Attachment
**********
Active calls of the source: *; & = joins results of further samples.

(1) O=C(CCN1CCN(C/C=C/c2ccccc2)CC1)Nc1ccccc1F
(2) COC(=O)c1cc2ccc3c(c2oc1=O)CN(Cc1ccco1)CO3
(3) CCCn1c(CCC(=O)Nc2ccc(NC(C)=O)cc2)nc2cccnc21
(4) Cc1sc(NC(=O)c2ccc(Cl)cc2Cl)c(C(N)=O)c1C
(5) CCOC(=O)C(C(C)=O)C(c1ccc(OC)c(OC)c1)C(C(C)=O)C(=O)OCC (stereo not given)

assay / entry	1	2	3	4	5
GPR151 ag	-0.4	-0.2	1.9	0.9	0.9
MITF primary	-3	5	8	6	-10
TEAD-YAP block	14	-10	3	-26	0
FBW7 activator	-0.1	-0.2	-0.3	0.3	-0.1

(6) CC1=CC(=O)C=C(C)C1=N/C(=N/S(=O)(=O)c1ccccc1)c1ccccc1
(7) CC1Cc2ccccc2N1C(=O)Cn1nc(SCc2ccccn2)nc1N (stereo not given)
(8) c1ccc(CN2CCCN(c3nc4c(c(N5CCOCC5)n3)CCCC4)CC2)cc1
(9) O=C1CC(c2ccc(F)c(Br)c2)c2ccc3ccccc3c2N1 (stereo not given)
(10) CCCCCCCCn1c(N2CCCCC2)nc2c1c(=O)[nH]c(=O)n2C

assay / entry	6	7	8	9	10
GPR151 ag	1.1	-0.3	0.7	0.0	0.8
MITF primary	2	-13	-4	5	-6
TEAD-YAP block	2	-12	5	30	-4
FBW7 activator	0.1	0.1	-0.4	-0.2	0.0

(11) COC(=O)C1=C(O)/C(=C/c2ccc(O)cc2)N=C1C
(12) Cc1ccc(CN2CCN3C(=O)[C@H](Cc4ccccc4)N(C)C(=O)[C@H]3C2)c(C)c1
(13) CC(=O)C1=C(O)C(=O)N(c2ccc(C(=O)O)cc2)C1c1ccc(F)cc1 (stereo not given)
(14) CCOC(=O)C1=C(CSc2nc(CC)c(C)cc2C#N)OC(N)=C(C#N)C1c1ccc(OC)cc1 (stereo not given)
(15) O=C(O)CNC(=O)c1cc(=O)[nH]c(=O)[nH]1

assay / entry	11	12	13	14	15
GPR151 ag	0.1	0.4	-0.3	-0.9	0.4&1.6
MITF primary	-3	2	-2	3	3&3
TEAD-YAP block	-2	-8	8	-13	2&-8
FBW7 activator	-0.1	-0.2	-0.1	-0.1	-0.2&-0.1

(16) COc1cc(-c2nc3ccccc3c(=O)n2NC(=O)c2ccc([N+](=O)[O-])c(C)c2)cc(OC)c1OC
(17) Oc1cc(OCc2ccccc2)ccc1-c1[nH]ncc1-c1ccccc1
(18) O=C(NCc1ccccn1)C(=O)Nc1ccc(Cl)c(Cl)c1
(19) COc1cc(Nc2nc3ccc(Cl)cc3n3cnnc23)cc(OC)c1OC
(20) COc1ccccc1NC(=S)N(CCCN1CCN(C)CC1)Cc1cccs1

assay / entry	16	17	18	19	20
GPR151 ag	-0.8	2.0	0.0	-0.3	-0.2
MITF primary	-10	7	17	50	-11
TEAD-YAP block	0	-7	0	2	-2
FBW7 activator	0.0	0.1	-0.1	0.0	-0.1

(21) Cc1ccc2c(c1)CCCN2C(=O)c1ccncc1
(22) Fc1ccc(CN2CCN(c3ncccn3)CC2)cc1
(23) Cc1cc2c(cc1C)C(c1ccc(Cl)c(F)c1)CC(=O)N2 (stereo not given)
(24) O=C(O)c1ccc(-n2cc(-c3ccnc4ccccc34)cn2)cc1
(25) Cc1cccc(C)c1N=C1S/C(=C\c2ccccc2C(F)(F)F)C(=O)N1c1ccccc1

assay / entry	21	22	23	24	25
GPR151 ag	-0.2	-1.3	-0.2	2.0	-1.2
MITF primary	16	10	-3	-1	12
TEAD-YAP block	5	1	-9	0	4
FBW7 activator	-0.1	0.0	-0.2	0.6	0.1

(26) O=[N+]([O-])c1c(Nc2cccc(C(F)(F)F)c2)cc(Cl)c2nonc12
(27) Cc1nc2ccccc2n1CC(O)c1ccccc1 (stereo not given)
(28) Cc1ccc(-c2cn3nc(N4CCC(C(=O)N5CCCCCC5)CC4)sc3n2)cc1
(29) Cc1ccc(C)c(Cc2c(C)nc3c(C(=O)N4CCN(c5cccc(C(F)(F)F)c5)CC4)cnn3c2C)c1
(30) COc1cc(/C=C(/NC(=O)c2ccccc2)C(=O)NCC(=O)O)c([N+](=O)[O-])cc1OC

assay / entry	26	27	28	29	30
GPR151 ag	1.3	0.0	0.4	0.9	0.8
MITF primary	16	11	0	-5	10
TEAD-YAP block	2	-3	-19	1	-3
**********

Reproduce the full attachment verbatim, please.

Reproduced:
Active calls of the source: *; & = joins results of further samples.

(1) O=C(CCN1CCN(C/C=C/c2ccccc2)CC1)Nc1ccccc1F
(2) COC(=O)c1cc2ccc3c(c2oc1=O)CN(Cc1ccco1)CO3
(3) CCCn1c(CCC(=O)Nc2ccc(NC(C)=O)cc2)nc2cccnc21
(4) Cc1sc(NC(=O)c2ccc(Cl)cc2Cl)c(C(N)=O)c1C
(5) CCOC(=O)C(C(C)=O)C(c1ccc(OC)c(OC)c1)C(C(C)=O)C(=O)OCC (stereo not given)

assay / entry	1	2	3	4	5
GPR151 ag	-0.4	-0.2	1.9	0.9	0.9
MITF primary	-3	5	8	6	-10
TEAD-YAP block	14	-10	3	-26	0
FBW7 activator	-0.1	-0.2	-0.3	0.3	-0.1

(6) CC1=CC(=O)C=C(C)C1=N/C(=N/S(=O)(=O)c1ccccc1)c1ccccc1
(7) CC1Cc2ccccc2N1C(=O)Cn1nc(SCc2ccccn2)nc1N (stereo not given)
(8) c1ccc(CN2CCCN(c3nc4c(c(N5CCOCC5)n3)CCCC4)CC2)cc1
(9) O=C1CC(c2ccc(F)c(Br)c2)c2ccc3ccccc3c2N1 (stereo not given)
(10) CCCCCCCCn1c(N2CCCCC2)nc2c1c(=O)[nH]c(=O)n2C

assay / entry	6	7	8	9	10
GPR151 ag	1.1	-0.3	0.7	0.0	0.8
MITF primary	2	-13	-4	5	-6
TEAD-YAP block	2	-12	5	30	-4
FBW7 activator	0.1	0.1	-0.4	-0.2	0.0

(11) COC(=O)C1=C(O)/C(=C/c2ccc(O)cc2)N=C1C
(12) Cc1ccc(CN2CCN3C(=O)[C@H](Cc4ccccc4)N(C)C(=O)[C@H]3C2)c(C)c1
(13) CC(=O)C1=C(O)C(=O)N(c2ccc(C(=O)O)cc2)C1c1ccc(F)cc1 (stereo not given)
(14) CCOC(=O)C1=C(CSc2nc(CC)c(C)cc2C#N)OC(N)=C(C#N)C1c1ccc(OC)cc1 (stereo not given)
(15) O=C(O)CNC(=O)c1cc(=O)[nH]c(=O)[nH]1

assay / entry	11	12	13	14	15
GPR151 ag	0.1	0.4	-0.3	-0.9	0.4&1.6
MITF primary	-3	2	-2	3	3&3
TEAD-YAP block	-2	-8	8	-13	2&-8
FBW7 activator	-0.1	-0.2	-0.1	-0.1	-0.2&-0.1

(16) COc1cc(-c2nc3ccccc3c(=O)n2NC(=O)c2ccc([N+](=O)[O-])c(C)c2)cc(OC)c1OC
(17) Oc1cc(OCc2ccccc2)ccc1-c1[nH]ncc1-c1ccccc1
(18) O=C(NCc1ccccn1)C(=O)Nc1ccc(Cl)c(Cl)c1
(19) COc1cc(Nc2nc3ccc(Cl)cc3n3cnnc23)cc(OC)c1OC
(20) COc1ccccc1NC(=S)N(CCCN1CCN(C)CC1)Cc1cccs1

assay / entry	16	17	18	19	20
GPR151 ag	-0.8	2.0	0.0	-0.3	-0.2
MITF primary	-10	7	17	50	-11
TEAD-YAP block	0	-7	0	2	-2
FBW7 activator	0.0	0.1	-0.1	0.0	-0.1

(21) Cc1ccc2c(c1)CCCN2C(=O)c1ccncc1
(22) Fc1ccc(CN2CCN(c3ncccn3)CC2)cc1
(23) Cc1cc2c(cc1C)C(c1ccc(Cl)c(F)c1)CC(=O)N2 (stereo not given)
(24) O=C(O)c1ccc(-n2cc(-c3ccnc4ccccc34)cn2)cc1
(25) Cc1cccc(C)c1N=C1S/C(=C\c2ccccc2C(F)(F)F)C(=O)N1c1ccccc1

assay / entry	21	22	23	24	25
GPR151 ag	-0.2	-1.3	-0.2	2.0	-1.2
MITF primary	16	10	-3	-1	12
TEAD-YAP block	5	1	-9	0	4
FBW7 activator	-0.1	0.0	-0.2	0.6	0.1

(26) O=[N+]([O-])c1c(Nc2cccc(C(F)(F)F)c2)cc(Cl)c2nonc12
(27) Cc1nc2ccccc2n1CC(O)c1ccccc1 (stereo not given)
(28) Cc1ccc(-c2cn3nc(N4CCC(C(=O)N5CCCCCC5)CC4)sc3n2)cc1
(29) Cc1ccc(C)c(Cc2c(C)nc3c(C(=O)N4CCN(c5cccc(C(F)(F)F)c5)CC4)cnn3c2C)c1
(30) COc1cc(/C=C(/NC(=O)c2ccccc2)C(=O)NCC(=O)O)c([N+](=O)[O-])cc1OC

assay / entry	26	27	28	29	30
GPR151 ag	1.3	0.0	0.4	0.9	0.8
MITF primary	16	11	0	-5	10
TEAD-YAP block	2	-3	-19	1	-3